The following ‘finds’ from the National Register of Historic Places are from Monroe and Loudon Counties in Eastern Tennessee.
This is the McCollum Farm in the Greenback area of Loudon County. From an article in the Greenback Historical Society’s “Chronicler” published on 1/10/11, I learned that Joseph McCollum built this home before the Civil War. He moved in with his new bride, Nancy. He was a master craftsman and a tanner. He built caskets as needed for his neighbors; he made shoes, and raised cattle, sheep and mules for their meat and hides. His wife processed the wool from the sheep.
This home has come a long way following its purchase by Tim Grindstaff!
This earlier photo was ‘borrowed’ from a posting on Wikipedia. As per the Knox Heritage website, Tim received a preservation award for his work on this home in 2010. The Greenback Historical Society held an open house shortly after the award was made…and over 200 local residents came to view Tim’s efforts to preserve this NRHP home.
For more information regarding Knox Heritage, go to http://www.knoxheritage.org/. To learn more about the Greenback Historical Society, click on http://www.gbhistorical.webs.com/.
This is the Mason Place in Lenoir City Tennessee. It was built by Thomas Jefferson Mason, a river boat captain and a Union sympathizer. William Cassada was the contractor, Mason's son-in-law and a Confederate sympathizer. Note that he built the stars and stripes of the Confederate flag into the upstairs porch balustrade.
Prior to the Civil War and construction of the house, slaves had made and stacked a quarter million bricks for construction of the home. During the conflict, the bricks were used for a gun replacement at Fort Hill. Rather than wait for replacement bricks, Captain Mason decided to build the house out of heart-of-pine. The house was originally part of a 1,200 acre plantation. At various times during the Civil War, the home was occupied by both the Northern and Southern armies. For a period of time, the Mason Place was operated as a bed and breakfast, but I couldn’t find a current B&B listing for this home.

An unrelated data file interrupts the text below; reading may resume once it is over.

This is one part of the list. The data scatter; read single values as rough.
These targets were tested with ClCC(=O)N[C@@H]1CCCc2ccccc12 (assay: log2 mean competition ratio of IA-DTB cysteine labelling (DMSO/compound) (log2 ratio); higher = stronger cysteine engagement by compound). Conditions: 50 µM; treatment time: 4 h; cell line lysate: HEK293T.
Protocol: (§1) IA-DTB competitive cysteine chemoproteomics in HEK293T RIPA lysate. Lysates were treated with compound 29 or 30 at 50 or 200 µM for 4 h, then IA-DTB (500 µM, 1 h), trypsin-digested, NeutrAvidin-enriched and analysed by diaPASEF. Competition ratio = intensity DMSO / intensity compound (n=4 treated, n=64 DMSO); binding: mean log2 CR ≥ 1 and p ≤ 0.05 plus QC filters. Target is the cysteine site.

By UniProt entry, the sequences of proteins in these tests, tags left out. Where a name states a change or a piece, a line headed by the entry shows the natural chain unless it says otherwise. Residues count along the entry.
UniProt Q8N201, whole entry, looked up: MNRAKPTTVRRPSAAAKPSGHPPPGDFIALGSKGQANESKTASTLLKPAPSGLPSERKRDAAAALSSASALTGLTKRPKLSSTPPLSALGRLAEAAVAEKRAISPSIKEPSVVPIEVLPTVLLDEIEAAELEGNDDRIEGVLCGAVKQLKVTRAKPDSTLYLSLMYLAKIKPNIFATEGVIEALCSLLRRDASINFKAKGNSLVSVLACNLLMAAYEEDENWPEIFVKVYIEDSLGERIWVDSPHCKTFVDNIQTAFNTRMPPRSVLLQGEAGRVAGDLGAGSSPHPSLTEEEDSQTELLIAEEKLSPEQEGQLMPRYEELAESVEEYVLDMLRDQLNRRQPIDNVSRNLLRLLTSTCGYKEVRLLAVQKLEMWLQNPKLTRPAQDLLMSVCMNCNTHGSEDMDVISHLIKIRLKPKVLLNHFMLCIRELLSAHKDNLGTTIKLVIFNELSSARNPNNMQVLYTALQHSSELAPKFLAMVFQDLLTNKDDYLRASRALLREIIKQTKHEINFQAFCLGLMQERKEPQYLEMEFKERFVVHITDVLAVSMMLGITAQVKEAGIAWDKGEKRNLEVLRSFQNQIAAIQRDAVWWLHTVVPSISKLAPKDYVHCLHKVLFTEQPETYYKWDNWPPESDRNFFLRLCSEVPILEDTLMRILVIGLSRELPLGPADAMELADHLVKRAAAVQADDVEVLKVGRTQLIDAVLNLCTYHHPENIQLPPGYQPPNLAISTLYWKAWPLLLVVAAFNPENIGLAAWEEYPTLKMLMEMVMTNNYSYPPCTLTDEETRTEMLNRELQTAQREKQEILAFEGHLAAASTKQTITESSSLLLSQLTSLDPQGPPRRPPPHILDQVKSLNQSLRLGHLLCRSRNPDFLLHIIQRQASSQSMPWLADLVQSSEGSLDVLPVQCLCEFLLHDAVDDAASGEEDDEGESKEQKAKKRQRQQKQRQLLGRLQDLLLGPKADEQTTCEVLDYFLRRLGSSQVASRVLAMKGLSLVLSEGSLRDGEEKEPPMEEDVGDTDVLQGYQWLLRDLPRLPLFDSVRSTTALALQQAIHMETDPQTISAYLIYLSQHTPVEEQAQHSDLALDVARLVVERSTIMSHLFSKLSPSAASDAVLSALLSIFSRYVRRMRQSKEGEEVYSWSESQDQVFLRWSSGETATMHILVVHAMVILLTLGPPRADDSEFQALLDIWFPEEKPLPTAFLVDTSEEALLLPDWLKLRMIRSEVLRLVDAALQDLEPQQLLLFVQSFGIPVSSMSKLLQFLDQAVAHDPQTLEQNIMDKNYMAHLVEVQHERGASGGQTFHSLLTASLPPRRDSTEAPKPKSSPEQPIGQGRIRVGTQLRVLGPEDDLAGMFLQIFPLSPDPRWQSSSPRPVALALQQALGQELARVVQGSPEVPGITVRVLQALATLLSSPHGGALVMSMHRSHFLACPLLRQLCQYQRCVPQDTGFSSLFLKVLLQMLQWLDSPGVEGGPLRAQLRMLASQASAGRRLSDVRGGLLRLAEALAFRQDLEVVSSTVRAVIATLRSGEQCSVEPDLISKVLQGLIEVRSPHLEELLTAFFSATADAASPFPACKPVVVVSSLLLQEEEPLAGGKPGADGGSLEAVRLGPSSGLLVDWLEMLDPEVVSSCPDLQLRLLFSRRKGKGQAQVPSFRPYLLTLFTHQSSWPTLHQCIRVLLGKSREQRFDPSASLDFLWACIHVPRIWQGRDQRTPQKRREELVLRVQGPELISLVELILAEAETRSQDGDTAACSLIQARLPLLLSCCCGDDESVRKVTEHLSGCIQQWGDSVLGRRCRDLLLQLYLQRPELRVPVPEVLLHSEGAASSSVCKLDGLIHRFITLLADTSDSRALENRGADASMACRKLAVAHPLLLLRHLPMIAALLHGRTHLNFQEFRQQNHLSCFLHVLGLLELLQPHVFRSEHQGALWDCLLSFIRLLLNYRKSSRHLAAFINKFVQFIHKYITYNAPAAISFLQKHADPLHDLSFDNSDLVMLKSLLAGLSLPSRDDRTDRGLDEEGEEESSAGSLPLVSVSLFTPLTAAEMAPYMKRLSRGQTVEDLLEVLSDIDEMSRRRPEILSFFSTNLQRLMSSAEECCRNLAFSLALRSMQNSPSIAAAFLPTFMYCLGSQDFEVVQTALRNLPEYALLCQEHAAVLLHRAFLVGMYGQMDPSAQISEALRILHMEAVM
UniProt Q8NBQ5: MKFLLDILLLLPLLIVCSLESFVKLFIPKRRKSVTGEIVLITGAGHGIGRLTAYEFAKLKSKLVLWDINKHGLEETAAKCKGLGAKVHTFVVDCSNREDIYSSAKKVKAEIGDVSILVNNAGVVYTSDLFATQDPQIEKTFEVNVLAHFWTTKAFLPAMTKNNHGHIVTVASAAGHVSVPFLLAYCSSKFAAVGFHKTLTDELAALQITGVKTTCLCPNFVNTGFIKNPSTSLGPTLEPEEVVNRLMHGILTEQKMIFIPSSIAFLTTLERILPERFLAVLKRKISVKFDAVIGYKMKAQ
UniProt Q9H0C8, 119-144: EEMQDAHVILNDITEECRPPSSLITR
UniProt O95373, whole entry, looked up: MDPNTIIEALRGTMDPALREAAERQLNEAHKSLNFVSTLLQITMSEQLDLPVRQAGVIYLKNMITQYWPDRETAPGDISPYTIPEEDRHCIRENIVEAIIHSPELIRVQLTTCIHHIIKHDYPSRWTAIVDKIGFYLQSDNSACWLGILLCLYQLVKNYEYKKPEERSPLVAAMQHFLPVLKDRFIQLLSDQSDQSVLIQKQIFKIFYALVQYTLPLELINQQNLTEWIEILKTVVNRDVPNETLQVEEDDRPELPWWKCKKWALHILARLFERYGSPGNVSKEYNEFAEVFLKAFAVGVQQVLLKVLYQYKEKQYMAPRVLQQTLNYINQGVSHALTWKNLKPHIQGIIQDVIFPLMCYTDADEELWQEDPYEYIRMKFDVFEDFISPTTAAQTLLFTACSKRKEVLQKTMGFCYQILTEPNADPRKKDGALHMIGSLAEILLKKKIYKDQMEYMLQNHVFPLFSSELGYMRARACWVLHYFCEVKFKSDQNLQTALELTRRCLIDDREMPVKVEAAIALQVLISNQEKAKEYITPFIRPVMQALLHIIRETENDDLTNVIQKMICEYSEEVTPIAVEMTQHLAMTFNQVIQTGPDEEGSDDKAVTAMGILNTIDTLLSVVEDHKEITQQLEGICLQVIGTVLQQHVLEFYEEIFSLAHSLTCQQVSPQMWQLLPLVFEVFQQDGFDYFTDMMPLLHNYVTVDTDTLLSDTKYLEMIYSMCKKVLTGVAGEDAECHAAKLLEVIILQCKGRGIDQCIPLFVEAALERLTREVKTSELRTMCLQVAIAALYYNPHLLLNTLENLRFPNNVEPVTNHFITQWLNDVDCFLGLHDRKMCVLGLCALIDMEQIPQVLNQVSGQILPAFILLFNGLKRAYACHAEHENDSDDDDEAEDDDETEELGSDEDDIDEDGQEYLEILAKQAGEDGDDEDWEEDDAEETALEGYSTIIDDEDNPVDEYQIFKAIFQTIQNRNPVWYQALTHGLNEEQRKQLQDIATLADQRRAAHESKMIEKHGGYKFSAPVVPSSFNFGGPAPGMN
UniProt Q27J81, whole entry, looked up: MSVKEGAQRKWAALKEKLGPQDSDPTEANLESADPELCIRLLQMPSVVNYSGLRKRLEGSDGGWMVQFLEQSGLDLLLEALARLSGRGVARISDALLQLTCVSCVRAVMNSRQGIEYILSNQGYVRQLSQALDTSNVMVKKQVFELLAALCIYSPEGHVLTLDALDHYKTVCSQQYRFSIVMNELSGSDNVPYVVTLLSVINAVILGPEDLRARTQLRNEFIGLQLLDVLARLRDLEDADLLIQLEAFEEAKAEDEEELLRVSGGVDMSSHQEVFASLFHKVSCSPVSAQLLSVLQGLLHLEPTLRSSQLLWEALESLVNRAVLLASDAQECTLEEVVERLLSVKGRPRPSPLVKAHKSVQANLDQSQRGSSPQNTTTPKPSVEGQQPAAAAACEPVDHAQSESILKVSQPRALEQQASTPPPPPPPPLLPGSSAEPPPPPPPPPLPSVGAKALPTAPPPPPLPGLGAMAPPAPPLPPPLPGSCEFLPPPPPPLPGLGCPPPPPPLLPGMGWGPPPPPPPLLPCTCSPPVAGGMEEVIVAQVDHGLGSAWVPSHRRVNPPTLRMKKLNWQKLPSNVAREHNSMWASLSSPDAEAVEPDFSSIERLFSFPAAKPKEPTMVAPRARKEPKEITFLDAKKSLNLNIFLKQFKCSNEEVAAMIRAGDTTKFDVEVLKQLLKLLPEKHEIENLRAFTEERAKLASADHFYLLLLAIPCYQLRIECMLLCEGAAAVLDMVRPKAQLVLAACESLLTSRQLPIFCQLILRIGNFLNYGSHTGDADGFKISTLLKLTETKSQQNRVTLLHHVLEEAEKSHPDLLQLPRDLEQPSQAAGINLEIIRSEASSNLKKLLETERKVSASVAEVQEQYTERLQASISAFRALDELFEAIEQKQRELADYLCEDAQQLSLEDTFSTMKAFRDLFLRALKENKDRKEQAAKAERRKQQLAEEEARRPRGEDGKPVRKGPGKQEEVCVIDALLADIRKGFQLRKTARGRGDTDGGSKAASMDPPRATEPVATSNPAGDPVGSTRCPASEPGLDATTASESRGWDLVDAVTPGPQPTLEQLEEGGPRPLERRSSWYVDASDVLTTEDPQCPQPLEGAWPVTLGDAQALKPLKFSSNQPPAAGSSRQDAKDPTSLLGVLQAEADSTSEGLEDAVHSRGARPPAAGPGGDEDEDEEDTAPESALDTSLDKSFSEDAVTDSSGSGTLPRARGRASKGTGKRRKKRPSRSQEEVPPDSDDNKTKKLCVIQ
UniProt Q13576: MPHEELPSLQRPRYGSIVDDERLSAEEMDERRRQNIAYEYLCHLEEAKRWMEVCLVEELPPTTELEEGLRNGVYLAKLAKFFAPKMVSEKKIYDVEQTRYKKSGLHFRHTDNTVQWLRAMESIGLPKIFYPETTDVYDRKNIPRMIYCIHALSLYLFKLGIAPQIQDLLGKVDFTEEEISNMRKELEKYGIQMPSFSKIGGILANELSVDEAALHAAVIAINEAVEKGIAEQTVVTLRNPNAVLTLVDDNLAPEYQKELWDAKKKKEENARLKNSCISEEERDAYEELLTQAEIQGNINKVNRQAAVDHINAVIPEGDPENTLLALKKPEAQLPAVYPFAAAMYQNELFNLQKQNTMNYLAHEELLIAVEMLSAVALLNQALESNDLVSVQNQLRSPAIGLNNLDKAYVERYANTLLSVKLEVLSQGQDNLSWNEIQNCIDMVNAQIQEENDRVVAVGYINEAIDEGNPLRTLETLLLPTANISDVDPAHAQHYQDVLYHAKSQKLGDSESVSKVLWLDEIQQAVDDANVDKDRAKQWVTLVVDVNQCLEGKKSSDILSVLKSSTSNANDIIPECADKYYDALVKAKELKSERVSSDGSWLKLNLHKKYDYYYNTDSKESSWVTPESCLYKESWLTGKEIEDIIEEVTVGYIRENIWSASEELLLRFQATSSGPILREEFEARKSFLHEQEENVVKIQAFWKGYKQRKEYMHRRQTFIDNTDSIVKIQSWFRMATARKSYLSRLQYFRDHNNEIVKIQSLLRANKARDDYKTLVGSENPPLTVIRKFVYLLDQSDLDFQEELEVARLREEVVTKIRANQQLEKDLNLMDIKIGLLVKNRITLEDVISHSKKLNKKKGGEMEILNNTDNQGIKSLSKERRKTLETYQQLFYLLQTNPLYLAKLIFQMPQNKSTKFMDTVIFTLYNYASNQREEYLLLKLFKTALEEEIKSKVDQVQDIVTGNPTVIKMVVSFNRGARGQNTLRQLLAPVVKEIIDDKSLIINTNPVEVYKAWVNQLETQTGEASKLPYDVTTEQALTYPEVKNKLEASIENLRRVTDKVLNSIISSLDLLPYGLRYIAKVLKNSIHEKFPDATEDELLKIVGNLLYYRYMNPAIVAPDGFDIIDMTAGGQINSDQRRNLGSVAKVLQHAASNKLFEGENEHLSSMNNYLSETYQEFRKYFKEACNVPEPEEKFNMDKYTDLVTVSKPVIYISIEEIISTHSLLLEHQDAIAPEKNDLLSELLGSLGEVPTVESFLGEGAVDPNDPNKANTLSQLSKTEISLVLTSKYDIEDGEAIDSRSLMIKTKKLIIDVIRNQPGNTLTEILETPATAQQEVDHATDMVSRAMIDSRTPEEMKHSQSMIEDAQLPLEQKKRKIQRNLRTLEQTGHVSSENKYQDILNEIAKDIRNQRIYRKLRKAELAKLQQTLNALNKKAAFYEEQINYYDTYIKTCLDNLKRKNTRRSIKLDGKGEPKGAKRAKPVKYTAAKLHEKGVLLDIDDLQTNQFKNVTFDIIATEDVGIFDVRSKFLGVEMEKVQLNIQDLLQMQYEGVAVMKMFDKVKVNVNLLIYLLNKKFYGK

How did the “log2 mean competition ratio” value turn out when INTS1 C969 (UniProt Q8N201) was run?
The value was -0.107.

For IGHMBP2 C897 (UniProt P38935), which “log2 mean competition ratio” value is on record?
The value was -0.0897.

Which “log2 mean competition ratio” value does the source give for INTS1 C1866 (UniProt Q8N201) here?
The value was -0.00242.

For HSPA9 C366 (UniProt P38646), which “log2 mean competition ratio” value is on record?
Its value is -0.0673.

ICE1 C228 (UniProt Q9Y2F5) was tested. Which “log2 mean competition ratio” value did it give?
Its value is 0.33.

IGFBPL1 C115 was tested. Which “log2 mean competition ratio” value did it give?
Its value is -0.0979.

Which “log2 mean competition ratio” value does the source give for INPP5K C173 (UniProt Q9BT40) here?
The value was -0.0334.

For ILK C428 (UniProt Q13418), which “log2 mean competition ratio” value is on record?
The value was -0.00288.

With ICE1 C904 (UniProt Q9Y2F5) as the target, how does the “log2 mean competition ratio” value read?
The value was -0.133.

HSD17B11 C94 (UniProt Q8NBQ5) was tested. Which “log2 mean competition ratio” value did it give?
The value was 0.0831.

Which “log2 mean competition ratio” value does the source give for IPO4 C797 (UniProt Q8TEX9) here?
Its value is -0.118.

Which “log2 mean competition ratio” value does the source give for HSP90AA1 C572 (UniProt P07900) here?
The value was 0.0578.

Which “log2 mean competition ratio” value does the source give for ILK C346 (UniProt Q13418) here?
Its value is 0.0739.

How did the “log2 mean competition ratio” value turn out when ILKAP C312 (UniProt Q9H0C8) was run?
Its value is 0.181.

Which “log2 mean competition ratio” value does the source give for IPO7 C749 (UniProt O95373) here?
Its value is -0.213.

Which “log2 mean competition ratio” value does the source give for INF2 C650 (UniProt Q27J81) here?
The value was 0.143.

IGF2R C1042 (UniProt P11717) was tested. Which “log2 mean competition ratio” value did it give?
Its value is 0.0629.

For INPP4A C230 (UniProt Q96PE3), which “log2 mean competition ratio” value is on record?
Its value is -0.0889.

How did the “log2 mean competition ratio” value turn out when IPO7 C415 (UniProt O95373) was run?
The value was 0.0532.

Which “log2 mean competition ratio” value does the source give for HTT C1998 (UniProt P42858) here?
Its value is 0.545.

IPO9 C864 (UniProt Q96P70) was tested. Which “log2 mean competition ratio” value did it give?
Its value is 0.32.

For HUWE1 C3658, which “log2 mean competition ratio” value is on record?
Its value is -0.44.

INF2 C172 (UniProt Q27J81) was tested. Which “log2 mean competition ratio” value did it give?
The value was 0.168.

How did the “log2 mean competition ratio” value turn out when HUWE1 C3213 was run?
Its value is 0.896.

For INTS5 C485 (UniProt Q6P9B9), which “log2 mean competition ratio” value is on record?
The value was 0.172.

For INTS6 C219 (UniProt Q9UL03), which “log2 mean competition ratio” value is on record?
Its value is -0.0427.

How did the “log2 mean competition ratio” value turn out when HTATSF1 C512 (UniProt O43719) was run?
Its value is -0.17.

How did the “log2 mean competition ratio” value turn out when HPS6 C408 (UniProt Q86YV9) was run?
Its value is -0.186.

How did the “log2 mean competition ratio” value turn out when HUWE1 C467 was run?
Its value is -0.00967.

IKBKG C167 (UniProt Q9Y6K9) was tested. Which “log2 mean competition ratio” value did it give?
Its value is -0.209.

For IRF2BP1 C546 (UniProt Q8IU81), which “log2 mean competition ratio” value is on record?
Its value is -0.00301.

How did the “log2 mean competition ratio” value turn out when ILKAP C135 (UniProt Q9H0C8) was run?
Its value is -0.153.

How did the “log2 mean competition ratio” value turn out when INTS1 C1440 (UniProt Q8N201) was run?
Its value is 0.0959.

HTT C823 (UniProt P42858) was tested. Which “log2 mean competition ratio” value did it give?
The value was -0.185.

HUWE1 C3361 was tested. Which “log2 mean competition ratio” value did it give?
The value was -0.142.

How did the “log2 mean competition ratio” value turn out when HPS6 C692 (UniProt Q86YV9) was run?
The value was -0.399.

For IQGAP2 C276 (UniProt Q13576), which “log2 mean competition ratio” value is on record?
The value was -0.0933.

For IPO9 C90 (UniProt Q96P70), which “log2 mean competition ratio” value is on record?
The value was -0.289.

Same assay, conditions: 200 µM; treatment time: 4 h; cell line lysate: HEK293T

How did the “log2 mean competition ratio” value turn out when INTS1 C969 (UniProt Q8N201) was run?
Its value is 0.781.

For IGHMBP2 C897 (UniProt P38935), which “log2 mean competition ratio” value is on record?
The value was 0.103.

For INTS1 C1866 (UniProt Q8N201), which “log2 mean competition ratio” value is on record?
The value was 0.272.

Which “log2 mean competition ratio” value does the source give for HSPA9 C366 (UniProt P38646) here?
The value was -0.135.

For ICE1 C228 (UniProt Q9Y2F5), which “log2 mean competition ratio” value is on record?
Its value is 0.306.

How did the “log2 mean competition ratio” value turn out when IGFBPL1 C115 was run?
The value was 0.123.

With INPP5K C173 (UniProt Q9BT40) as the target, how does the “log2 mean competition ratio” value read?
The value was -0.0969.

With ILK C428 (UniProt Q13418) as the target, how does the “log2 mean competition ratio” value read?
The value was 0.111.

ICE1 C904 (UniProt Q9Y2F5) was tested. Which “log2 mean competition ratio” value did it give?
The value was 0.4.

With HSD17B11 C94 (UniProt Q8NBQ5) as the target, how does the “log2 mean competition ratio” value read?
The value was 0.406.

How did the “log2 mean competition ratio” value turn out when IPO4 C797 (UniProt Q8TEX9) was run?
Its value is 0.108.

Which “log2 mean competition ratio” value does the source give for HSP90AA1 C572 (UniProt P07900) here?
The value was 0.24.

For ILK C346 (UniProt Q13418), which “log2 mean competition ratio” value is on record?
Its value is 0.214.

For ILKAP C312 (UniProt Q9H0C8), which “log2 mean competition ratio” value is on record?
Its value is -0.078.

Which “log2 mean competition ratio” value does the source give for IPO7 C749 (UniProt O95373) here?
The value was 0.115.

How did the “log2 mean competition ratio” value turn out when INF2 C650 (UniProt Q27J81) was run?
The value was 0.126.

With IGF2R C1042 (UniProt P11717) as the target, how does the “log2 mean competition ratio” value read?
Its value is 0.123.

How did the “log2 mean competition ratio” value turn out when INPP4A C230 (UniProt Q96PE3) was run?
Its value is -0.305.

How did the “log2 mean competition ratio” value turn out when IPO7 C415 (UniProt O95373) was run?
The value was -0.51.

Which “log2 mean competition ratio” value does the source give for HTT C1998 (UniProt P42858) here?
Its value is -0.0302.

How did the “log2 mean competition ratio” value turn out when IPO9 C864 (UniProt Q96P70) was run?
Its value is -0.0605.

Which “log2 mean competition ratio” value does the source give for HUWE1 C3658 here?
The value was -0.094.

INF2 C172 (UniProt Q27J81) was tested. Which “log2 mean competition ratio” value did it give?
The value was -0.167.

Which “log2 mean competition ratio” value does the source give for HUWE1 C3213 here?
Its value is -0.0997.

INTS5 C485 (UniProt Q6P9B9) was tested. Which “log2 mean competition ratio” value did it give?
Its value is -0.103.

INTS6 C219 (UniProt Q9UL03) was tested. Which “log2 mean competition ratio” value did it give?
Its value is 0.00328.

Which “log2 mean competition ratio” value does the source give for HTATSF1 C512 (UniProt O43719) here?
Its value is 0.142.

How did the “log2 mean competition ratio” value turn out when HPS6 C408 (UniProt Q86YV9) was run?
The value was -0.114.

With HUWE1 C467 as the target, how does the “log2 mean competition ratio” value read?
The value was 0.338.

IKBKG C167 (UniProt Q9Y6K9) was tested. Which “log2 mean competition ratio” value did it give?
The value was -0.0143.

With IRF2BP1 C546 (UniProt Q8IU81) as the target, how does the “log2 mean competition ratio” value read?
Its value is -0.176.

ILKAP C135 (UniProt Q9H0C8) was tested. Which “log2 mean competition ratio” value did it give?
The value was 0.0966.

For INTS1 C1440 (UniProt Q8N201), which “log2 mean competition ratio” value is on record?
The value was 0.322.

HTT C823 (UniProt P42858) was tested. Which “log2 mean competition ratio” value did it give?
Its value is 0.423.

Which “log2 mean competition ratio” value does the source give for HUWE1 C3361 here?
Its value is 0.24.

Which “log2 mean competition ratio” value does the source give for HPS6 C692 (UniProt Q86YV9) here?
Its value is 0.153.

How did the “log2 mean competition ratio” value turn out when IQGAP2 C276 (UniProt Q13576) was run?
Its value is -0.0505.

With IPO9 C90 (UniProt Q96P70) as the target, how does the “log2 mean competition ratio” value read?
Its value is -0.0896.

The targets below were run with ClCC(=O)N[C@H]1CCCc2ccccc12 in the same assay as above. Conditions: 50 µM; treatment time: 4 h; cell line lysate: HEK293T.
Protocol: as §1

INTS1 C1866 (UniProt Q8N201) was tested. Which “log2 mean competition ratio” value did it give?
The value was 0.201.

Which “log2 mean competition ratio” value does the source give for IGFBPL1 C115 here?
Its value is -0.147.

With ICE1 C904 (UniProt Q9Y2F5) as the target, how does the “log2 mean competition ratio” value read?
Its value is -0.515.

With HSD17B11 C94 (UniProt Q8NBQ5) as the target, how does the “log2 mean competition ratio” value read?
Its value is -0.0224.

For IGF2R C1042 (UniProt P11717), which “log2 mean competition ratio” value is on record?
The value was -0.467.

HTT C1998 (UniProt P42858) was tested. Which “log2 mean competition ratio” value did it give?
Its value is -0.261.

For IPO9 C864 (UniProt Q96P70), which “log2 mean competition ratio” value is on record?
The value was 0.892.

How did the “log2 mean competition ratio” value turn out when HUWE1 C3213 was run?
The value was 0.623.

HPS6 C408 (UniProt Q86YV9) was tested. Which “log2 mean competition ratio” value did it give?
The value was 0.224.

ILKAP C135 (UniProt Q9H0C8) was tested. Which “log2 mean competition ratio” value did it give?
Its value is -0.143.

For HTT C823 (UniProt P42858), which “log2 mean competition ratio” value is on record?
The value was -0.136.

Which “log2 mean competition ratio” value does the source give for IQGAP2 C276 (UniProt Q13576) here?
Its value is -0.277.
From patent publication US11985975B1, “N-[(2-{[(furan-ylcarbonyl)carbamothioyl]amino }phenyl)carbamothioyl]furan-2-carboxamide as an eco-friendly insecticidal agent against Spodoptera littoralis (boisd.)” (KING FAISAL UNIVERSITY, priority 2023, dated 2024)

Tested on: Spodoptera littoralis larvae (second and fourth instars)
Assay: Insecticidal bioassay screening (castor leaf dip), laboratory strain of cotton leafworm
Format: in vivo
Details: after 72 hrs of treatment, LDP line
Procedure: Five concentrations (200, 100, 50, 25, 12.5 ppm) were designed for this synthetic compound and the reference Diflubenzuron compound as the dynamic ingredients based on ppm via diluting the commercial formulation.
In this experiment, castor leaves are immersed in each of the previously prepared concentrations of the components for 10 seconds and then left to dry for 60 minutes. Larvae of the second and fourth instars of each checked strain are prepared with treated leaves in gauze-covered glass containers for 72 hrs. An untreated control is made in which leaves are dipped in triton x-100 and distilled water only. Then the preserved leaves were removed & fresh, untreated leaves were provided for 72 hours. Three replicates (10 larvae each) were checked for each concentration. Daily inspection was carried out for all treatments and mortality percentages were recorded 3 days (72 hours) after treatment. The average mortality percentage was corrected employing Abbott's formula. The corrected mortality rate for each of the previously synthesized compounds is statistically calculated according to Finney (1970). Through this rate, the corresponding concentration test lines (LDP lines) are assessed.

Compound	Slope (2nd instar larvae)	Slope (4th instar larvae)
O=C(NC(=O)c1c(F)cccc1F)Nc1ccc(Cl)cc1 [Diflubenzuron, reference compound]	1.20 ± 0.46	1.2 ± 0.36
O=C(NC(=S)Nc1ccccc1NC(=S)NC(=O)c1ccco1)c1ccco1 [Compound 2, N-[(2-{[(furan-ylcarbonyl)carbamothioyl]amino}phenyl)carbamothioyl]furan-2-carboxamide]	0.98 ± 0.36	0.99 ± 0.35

This is the Stickley House in Madisonville Tennessee. It’s also known as the Cannon-Stickley House although its first owner was Joseph E. Houston and his wife, Blanche. Their daughter Josephone married Vastine Stickley… This 1846 Greek revival home was designed by New York architect Thomas Blanchard. It has two spiral staircases, its original mantles, wainscoting, as well as brick walls that are five bricks thick. Although the Greek Revival style was common for courthouses and other civic buildings, houses built in the style are more unique.
Joseph was a tanner by trade but after the Civil War he apparently served as Circuit Court Clerk, Sheriff and Master of the Chancery Court. He and Blanche were married in 1834 and they lived to celebrate their 50th anniversary, no mean feat in the 1800’s! One of their descendant’s, Nancy Elizabeth Jones Stickley, was active in the DAR and she contributed the Stickley Collection (genealogical) to the Tennessee State Library and Archives. (It contains materials from 1600 – 1946)
This house was recently on the market… An open house was staged on 9/15/11 and over 200 people came through the property. It sits on 5 acres about a block from downtown Madisonville. The home has 3 bedrooms and 1.5 baths in 4,236 square feet. The listing price: $220,000. The listing I found showed that it had been sold. To see what this impressive house looked like on the inside and also what work needed to be done by the new owner, just go to http://www.oldhousedreams.com/2011/10/25/1840-greek-revival-madisonville-tn-220000/.
That’s about it for this edition of my little historical blog… So much to research and so little time and space! Photos have already been taken and more research into the history of East Tennessee is already underway… What the heck, I can’t always blog about food and restaurants! My doctor wouldn’t appreciate it!
Just click on any photo to enlarge it…
Thanks for stopping by for this little trip back in time!
Take Care, Big Daddy Dave